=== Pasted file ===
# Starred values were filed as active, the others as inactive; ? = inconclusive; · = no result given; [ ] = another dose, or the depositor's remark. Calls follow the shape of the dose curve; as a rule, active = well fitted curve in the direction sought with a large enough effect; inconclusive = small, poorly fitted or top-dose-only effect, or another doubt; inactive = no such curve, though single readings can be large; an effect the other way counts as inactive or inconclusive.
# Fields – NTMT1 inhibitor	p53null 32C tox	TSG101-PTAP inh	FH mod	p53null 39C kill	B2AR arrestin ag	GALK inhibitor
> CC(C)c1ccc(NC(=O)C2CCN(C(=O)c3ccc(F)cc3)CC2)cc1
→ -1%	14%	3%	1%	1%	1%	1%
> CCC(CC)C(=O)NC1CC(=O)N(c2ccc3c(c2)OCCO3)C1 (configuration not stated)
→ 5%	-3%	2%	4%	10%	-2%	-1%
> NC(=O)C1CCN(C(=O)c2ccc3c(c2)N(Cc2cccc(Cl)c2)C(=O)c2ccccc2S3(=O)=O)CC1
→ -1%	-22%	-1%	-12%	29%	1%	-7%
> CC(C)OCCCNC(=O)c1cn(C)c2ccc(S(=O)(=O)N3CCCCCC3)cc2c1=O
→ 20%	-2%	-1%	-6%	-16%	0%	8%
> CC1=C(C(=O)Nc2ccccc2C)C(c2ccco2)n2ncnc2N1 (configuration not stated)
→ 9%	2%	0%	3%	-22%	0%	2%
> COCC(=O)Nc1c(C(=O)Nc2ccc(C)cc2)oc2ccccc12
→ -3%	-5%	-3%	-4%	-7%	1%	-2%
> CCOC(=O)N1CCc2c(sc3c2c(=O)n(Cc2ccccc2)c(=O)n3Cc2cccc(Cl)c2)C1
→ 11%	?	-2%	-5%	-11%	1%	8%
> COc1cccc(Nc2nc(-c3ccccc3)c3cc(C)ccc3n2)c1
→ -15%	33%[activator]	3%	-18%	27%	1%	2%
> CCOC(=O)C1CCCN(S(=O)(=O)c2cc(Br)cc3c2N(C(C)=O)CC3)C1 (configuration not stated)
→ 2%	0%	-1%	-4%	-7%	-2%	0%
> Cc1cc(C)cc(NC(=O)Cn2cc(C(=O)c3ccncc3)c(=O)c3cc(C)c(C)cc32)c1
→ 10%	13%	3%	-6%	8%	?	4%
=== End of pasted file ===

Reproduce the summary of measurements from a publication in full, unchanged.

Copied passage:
# Starred values were filed as active, the others as inactive; ? = inconclusive; · = no result given; [ ] = another dose, or the depositor's remark. Calls follow the shape of the dose curve; as a rule, active = well fitted curve in the direction sought with a large enough effect; inconclusive = small, poorly fitted or top-dose-only effect, or another doubt; inactive = no such curve, though single readings can be large; an effect the other way counts as inactive or inconclusive.
# Fields – NTMT1 inhibitor	p53null 32C tox	TSG101-PTAP inh	FH mod	p53null 39C kill	B2AR arrestin ag	GALK inhibitor
> CC(C)c1ccc(NC(=O)C2CCN(C(=O)c3ccc(F)cc3)CC2)cc1
→ -1%	14%	3%	1%	1%	1%	1%
> CCC(CC)C(=O)NC1CC(=O)N(c2ccc3c(c2)OCCO3)C1 (configuration not stated)
→ 5%	-3%	2%	4%	10%	-2%	-1%
> NC(=O)C1CCN(C(=O)c2ccc3c(c2)N(Cc2cccc(Cl)c2)C(=O)c2ccccc2S3(=O)=O)CC1
→ -1%	-22%	-1%	-12%	29%	1%	-7%
> CC(C)OCCCNC(=O)c1cn(C)c2ccc(S(=O)(=O)N3CCCCCC3)cc2c1=O
→ 20%	-2%	-1%	-6%	-16%	0%	8%
> CC1=C(C(=O)Nc2ccccc2C)C(c2ccco2)n2ncnc2N1 (configuration not stated)
→ 9%	2%	0%	3%	-22%	0%	2%
> COCC(=O)Nc1c(C(=O)Nc2ccc(C)cc2)oc2ccccc12
→ -3%	-5%	-3%	-4%	-7%	1%	-2%
> CCOC(=O)N1CCc2c(sc3c2c(=O)n(Cc2ccccc2)c(=O)n3Cc2cccc(Cl)c2)C1
→ 11%	?	-2%	-5%	-11%	1%	8%
> COc1cccc(Nc2nc(-c3ccccc3)c3cc(C)ccc3n2)c1
→ -15%	33%[activator]	3%	-18%	27%	1%	2%
> CCOC(=O)C1CCCN(S(=O)(=O)c2cc(Br)cc3c2N(C(C)=O)CC3)C1 (configuration not stated)
→ 2%	0%	-1%	-4%	-7%	-2%	0%
> Cc1cc(C)cc(NC(=O)Cn2cc(C(=O)c3ccncc3)c(=O)c3cc(C)c(C)cc32)c1
→ 10%	13%	3%	-6%	8%	?	4%